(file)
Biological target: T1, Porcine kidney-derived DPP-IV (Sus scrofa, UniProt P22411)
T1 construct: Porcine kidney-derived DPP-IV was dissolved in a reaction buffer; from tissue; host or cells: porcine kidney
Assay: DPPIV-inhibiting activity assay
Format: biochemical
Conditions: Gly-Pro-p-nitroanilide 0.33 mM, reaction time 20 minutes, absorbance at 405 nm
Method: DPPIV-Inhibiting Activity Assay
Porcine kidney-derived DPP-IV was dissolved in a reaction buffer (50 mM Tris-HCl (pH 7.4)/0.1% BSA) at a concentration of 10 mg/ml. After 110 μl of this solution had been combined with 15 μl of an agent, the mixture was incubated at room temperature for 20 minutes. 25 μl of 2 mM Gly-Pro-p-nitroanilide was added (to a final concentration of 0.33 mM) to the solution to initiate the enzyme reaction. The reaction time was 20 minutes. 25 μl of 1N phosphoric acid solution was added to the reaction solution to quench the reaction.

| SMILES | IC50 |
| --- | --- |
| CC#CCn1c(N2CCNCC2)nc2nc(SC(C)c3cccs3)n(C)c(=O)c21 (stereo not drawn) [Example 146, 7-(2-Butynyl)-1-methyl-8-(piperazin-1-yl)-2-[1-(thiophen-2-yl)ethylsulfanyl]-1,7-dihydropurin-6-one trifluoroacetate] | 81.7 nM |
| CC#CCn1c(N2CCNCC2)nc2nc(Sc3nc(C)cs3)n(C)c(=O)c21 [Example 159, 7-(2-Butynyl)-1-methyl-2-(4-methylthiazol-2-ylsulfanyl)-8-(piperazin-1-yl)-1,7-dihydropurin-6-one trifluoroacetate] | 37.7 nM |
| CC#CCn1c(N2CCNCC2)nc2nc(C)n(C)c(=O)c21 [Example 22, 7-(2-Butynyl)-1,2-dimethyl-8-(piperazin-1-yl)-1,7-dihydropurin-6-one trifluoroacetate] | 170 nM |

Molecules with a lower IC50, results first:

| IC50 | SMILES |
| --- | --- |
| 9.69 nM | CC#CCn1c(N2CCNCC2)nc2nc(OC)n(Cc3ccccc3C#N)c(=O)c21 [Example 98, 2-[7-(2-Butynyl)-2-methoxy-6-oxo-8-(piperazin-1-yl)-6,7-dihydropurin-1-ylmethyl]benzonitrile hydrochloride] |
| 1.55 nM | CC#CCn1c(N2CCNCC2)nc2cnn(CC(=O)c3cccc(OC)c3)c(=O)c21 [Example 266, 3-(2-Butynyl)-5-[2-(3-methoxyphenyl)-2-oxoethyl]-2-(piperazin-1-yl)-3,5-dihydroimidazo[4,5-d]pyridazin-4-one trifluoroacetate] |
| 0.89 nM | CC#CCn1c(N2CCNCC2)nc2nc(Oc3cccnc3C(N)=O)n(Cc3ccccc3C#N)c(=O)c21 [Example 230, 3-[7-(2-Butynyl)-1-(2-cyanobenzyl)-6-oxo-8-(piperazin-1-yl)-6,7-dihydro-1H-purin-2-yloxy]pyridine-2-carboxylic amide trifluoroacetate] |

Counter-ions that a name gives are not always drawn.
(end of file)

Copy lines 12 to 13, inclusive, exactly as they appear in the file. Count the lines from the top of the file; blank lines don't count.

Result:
| CC#CCn1c(N2CCNCC2)nc2nc(C)n(C)c(=O)c21 [Example 22, 7-(2-Butynyl)-1,2-dimethyl-8-(piperazin-1-yl)-1,7-dihydropurin-6-one trifluoroacetate] | 170 nM |

Molecules with a lower IC50, results first: